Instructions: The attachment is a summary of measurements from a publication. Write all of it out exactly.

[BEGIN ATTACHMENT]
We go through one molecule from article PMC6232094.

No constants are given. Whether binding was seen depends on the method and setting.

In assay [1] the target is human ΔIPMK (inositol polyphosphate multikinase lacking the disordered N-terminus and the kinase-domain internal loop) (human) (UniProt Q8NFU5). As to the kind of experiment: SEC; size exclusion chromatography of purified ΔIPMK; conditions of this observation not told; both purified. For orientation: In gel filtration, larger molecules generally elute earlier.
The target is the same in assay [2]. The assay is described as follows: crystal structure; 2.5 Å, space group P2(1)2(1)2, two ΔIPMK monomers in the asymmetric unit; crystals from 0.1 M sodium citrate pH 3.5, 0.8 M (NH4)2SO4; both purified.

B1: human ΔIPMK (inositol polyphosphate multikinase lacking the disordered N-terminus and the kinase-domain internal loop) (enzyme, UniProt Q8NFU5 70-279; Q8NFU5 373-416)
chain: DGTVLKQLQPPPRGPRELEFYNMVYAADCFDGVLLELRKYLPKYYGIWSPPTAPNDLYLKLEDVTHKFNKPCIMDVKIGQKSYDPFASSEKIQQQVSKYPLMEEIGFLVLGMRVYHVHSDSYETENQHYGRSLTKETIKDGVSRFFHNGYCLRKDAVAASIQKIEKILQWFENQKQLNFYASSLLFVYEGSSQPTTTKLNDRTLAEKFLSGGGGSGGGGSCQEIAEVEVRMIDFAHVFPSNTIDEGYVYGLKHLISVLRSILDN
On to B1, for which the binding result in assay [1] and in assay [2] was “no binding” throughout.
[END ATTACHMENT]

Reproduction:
We go through one molecule from article PMC6232094.

No constants are given. Whether binding was seen depends on the method and setting.

In assay [1] the target is human ΔIPMK (inositol polyphosphate multikinase lacking the disordered N-terminus and the kinase-domain internal loop) (human) (UniProt Q8NFU5). As to the kind of experiment: SEC; size exclusion chromatography of purified ΔIPMK; conditions of this observation not told; both purified. For orientation: In gel filtration, larger molecules generally elute earlier.
The target is the same in assay [2]. The assay is described as follows: crystal structure; 2.5 Å, space group P2(1)2(1)2, two ΔIPMK monomers in the asymmetric unit; crystals from 0.1 M sodium citrate pH 3.5, 0.8 M (NH4)2SO4; both purified.

B1: human ΔIPMK (inositol polyphosphate multikinase lacking the disordered N-terminus and the kinase-domain internal loop) (enzyme, UniProt Q8NFU5 70-279; Q8NFU5 373-416)
chain: DGTVLKQLQPPPRGPRELEFYNMVYAADCFDGVLLELRKYLPKYYGIWSPPTAPNDLYLKLEDVTHKFNKPCIMDVKIGQKSYDPFASSEKIQQQVSKYPLMEEIGFLVLGMRVYHVHSDSYETENQHYGRSLTKETIKDGVSRFFHNGYCLRKDAVAASIQKIEKILQWFENQKQLNFYASSLLFVYEGSSQPTTTKLNDRTLAEKFLSGGGGSGGGGSCQEIAEVEVRMIDFAHVFPSNTIDEGYVYGLKHLISVLRSILDN
On to B1, for which the binding result in assay [1] and in assay [2] was “no binding” throughout.